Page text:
Wed | Jun 19, 2019

Road hazard – Safety of children and elderly main concern for Three Miles alternate route - residents

Published:Saturday | September 8, 2018 | 12:00 AMPaul Clarke/Gleaner Writer
Students walking from school yesterday along the Penwood Road in St Andrew. Residents are fearful of their safety from unruly drivers, following the pending eight-month closure of Three Miles, which will force motorists to use Penwood Road as an alternative route.

The planned eight-month closure of the east and westbound approaches to the Three Miles intersection in St Andrew is cause for concern, according to some residents along portions of the alternative route.

They say that in addition to the expected high volume of traffic and the noise that is sure to come with it, they are mainly worried about the safety of schoolchildren who use the roadways daily.

As a result of the closure, traffic will not be permitted through the Three Miles intersection. Motorists heading towards Six Miles from the direction of downtown Kingston, along Spanish Town Road, should use Waltham Park Road, Bay Farm Road, and on to Penwood Road, exiting at Spanish Town Road in the vicinity of Amalgamated Distributors.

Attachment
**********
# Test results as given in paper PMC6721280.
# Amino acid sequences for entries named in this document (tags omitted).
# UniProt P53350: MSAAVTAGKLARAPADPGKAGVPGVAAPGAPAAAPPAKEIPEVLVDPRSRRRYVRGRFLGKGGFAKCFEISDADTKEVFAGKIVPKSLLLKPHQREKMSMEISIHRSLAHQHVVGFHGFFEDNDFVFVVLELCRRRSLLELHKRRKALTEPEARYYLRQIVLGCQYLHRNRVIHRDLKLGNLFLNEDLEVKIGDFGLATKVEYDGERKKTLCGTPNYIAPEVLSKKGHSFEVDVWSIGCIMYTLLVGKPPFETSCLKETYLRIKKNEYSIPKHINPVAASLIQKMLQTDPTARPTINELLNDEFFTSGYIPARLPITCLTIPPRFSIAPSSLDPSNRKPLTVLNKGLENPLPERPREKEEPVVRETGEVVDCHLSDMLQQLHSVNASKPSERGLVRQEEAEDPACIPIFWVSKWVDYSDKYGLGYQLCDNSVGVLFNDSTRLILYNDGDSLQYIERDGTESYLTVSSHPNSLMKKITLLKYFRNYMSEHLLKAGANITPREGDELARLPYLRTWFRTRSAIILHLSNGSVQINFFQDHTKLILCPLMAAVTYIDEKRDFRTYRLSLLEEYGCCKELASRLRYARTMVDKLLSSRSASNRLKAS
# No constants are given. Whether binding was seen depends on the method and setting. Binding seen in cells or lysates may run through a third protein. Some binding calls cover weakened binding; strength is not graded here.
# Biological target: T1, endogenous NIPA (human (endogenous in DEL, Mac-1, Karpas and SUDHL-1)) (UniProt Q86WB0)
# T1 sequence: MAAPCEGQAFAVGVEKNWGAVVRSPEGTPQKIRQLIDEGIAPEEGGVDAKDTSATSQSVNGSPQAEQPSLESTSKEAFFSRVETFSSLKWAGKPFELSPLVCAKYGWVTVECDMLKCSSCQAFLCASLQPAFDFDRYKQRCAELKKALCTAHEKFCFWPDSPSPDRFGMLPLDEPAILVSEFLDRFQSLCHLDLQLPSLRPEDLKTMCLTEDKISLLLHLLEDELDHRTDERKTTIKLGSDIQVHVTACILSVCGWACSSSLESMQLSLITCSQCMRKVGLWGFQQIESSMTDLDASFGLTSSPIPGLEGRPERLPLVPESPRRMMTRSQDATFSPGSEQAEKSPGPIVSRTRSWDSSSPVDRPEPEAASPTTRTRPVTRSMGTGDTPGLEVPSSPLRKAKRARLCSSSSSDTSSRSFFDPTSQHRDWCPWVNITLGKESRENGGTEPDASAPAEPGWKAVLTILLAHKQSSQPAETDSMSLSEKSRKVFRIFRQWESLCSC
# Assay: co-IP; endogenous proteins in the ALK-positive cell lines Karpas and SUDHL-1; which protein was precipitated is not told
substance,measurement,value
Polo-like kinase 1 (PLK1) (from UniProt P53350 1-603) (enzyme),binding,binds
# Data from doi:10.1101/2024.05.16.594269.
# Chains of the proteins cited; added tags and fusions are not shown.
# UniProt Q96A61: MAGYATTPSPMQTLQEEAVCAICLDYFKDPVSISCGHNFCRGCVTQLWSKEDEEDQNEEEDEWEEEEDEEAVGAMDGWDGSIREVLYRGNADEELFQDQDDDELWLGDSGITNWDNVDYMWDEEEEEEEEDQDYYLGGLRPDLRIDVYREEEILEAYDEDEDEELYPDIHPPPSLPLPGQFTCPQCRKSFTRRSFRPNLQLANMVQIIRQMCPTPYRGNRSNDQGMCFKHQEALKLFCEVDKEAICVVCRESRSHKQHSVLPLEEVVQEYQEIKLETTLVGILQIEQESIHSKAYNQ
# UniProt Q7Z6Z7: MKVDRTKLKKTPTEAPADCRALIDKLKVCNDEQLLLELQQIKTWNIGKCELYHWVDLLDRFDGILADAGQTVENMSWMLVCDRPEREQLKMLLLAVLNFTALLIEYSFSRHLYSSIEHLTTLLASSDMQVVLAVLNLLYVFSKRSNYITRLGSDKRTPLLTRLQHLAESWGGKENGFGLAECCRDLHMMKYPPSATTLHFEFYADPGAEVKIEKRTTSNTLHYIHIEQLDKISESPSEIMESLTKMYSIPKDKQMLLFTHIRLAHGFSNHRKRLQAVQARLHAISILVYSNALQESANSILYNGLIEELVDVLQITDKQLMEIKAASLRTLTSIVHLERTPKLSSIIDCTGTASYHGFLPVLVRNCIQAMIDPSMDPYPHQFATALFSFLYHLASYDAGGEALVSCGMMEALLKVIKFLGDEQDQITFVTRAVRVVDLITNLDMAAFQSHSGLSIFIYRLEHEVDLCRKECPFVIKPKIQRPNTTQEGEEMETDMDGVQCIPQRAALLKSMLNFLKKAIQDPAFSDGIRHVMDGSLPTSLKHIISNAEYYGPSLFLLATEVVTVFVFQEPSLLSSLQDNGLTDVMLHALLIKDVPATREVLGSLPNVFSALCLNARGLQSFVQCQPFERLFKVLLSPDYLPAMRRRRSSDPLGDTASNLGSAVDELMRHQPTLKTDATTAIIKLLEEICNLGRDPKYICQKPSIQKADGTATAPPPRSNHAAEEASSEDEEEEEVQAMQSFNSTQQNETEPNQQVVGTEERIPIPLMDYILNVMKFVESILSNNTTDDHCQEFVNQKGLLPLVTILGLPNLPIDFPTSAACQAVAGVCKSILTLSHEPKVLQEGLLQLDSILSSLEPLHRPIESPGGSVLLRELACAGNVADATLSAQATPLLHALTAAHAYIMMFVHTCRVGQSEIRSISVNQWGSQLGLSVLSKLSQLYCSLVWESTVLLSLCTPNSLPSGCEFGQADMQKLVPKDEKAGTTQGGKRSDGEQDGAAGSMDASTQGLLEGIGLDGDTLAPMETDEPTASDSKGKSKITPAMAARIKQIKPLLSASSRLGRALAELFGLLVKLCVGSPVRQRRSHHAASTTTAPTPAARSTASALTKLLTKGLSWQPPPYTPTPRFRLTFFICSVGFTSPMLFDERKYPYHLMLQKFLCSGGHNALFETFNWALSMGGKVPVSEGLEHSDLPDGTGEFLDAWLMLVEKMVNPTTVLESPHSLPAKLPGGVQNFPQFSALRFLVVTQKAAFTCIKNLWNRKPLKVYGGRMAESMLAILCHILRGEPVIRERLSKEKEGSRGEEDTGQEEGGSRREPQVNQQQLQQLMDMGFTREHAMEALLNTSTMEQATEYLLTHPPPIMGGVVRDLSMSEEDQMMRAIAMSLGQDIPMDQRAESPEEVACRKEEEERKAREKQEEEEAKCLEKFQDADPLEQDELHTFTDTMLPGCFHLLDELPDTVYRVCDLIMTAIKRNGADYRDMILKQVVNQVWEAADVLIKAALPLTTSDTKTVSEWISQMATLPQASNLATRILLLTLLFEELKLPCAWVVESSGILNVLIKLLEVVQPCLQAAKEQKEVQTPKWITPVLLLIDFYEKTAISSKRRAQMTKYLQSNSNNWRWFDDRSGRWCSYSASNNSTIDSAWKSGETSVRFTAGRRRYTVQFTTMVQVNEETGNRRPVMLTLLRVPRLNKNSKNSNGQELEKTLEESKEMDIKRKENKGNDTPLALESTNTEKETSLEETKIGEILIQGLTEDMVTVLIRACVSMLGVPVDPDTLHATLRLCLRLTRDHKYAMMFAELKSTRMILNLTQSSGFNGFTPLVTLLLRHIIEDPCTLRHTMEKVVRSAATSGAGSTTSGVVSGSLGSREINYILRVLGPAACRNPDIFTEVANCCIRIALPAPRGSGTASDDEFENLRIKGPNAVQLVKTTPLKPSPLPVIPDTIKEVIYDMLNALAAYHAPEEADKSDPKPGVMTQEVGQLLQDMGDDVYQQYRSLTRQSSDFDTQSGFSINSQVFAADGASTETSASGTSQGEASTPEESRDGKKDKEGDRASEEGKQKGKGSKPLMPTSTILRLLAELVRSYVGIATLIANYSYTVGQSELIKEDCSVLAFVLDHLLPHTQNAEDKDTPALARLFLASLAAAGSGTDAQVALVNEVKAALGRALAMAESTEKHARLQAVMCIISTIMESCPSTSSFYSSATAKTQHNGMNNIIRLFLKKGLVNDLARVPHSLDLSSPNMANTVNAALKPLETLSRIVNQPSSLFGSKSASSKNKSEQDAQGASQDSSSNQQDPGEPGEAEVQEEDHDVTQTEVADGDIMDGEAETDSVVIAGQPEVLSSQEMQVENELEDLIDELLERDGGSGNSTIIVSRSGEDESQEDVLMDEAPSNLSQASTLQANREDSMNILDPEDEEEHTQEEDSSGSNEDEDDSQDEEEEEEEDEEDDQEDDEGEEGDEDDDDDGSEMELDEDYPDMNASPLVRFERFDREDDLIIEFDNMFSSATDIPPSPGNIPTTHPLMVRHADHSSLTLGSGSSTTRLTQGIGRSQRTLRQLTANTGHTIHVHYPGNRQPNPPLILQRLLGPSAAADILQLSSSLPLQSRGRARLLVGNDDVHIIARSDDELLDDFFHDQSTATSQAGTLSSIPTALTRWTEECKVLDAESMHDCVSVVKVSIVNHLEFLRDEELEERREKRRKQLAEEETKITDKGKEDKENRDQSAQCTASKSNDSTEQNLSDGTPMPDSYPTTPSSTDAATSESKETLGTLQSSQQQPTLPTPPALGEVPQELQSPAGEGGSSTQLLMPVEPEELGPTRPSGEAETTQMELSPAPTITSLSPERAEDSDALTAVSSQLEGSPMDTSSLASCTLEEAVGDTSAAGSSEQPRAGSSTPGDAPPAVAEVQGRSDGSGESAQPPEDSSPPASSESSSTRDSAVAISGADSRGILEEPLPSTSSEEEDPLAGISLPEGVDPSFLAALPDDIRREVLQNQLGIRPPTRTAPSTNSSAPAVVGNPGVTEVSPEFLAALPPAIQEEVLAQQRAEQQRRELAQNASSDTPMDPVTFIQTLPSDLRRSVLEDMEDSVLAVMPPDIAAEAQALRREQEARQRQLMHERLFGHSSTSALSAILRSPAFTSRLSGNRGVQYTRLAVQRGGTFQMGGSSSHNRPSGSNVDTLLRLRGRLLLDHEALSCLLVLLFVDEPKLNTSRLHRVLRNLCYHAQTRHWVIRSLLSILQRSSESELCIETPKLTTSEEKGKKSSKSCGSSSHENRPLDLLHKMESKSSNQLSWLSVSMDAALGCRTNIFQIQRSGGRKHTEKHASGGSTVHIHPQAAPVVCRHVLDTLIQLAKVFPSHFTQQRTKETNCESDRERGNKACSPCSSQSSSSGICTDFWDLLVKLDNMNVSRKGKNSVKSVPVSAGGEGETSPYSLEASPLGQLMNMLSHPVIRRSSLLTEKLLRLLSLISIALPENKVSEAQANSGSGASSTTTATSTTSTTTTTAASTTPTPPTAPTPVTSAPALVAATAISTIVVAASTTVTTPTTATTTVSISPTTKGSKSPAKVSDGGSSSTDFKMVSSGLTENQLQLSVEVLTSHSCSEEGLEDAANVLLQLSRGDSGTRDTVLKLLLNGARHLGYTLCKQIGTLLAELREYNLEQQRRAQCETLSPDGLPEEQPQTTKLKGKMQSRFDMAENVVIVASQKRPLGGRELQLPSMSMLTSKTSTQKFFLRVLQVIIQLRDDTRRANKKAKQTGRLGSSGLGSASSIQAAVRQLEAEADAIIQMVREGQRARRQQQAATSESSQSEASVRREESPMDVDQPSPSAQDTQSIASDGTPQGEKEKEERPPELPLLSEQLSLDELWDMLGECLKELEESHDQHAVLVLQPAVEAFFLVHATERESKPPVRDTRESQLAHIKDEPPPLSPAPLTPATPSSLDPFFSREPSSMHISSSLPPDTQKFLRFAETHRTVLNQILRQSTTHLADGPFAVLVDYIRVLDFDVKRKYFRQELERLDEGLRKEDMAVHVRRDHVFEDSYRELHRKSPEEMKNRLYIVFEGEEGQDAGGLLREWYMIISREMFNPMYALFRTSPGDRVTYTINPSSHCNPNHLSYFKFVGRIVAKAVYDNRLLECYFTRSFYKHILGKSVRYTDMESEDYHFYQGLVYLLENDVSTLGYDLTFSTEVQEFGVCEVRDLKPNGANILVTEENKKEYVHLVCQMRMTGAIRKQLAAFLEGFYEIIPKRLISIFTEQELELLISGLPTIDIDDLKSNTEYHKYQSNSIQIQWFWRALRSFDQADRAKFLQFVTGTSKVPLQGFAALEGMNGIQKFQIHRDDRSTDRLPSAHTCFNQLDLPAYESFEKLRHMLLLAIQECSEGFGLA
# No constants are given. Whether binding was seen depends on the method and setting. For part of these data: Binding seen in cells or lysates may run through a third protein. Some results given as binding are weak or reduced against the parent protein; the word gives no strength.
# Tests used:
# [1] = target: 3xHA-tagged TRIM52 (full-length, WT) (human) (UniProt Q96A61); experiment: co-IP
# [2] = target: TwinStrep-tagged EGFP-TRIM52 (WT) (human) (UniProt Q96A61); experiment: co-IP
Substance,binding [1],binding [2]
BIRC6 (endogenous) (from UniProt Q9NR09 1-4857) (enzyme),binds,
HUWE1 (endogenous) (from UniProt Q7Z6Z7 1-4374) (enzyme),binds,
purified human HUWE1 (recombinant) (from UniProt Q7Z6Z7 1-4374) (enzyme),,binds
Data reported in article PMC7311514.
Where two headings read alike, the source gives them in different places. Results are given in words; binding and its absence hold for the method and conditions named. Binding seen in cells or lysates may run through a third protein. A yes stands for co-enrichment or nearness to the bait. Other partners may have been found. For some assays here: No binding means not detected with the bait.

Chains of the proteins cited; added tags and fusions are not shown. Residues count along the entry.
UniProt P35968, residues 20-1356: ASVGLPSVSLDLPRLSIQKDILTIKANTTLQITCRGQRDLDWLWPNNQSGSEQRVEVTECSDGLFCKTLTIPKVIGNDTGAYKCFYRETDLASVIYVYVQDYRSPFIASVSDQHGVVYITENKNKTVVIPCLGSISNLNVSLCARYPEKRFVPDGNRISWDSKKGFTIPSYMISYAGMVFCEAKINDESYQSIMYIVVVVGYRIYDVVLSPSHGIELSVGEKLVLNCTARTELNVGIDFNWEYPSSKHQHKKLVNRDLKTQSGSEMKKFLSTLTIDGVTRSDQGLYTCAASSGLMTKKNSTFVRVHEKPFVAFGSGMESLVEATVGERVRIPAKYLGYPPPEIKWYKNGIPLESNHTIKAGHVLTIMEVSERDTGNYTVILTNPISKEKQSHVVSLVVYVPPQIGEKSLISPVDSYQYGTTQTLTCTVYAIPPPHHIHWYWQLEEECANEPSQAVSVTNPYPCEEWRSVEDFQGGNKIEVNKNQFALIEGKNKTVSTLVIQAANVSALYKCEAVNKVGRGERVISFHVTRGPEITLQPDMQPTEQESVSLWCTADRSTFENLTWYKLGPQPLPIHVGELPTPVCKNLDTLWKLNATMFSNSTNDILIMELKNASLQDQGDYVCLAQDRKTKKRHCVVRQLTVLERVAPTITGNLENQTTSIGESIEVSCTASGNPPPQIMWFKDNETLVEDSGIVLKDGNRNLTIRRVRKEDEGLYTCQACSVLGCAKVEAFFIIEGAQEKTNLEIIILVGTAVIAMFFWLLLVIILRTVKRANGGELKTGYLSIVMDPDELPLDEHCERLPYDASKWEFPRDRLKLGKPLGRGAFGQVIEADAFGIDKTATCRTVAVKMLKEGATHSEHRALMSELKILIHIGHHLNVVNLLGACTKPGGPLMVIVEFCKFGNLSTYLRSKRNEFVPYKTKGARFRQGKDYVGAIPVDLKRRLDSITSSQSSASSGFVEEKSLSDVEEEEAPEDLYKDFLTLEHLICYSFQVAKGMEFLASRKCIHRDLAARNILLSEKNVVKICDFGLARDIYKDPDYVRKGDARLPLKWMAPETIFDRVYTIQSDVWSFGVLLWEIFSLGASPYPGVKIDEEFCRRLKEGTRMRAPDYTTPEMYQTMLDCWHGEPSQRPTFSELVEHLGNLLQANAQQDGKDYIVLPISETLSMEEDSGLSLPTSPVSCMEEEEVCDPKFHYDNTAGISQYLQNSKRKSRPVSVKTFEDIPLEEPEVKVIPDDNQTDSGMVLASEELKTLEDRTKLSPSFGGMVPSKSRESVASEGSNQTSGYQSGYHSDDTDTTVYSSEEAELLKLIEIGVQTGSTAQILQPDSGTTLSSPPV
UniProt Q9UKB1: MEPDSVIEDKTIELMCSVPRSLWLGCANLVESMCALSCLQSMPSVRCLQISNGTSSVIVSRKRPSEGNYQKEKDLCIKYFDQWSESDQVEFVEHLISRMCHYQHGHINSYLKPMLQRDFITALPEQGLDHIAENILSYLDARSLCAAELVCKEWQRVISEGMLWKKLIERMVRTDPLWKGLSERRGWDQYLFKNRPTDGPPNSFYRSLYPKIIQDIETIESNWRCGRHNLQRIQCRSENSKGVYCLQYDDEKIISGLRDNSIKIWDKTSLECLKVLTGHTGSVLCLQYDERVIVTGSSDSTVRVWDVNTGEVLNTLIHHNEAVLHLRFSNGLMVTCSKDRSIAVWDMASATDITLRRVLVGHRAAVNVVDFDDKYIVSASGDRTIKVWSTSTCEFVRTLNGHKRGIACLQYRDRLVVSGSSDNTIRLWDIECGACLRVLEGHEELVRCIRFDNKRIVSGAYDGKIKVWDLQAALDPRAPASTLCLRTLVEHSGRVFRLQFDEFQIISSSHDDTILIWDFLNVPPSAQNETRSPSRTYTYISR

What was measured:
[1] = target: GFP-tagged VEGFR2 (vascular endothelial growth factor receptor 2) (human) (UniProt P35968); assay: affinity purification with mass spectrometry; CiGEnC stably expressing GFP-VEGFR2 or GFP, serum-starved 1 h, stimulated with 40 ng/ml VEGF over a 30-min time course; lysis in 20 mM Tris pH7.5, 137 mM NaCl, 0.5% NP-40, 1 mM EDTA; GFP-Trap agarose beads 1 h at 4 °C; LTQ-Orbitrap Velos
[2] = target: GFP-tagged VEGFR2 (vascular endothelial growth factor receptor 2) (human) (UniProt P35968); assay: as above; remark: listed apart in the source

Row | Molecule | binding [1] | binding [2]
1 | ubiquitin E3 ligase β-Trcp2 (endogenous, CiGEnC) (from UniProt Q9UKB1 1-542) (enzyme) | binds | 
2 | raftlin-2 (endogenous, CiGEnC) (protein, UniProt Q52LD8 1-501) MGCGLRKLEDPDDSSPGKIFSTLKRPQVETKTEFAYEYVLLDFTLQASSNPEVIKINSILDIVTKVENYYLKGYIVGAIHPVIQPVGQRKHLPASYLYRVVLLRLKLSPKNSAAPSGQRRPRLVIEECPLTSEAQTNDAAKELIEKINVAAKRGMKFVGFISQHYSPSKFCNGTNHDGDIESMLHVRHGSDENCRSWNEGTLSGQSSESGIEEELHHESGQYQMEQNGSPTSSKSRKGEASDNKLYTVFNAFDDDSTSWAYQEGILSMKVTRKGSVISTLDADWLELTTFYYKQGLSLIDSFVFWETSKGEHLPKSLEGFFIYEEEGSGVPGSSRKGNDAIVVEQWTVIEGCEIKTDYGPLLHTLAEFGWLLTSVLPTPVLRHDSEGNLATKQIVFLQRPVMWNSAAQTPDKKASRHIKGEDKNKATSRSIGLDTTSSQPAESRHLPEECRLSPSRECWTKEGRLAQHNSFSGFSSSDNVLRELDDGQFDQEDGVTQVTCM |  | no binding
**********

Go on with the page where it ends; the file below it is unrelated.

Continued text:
The opposite would obtain for persons travelling from Six Miles, along Spanish Town Road, towards downtown Kingston.




The National Works Agency (NWA) has advised that as of tomorrow, areas in the vicinity of the Portia Simpson Miller Square (Three Miles) will be closed off to facilitate the ongoing bridge construction works at the location.

"The closure is expected to last, at least, for the next eight months," Stephen Shaw, manager of communications and customer service at the NWA, said in a statement to the media.

He said that the overall project, which includes the widening of the road from two to four lanes and the installation of a new sewer and water and storm water drainage features, is valued at US$56.5 million.

A double-tier overpass bridge is being constructed at Three Miles as part of the Hagley Park Road-Improvement Project.




But while some residents do not mind the unusual attention being given to their community, some pointed out that the noise and reckless drivers will cause terror for young schoolchildren.

"Look at that. Those children have nowhere to walk but in the road, and that is my bone of contention because while they fix some of the roads for this purpose, for which all of us around here are happy, there is still no sidewalk for the children and old folks in particular," said a resident, who only gave his name as George.

Sharon Brown, a resident on Bay Farm Road, said that she was mostly concerned about congestion.

"I can only imagine what the traffic is going to be like. Congestion is going to be really heavy, but as they say, it's all in the name of development," said Brown.

Her neighbour, Roy Walters, countered that he saw no major issues with the traffic changes, saying that he did not see a problem.

"I don't see an issue here. It's about time the country developed, and this is only a small step," he said.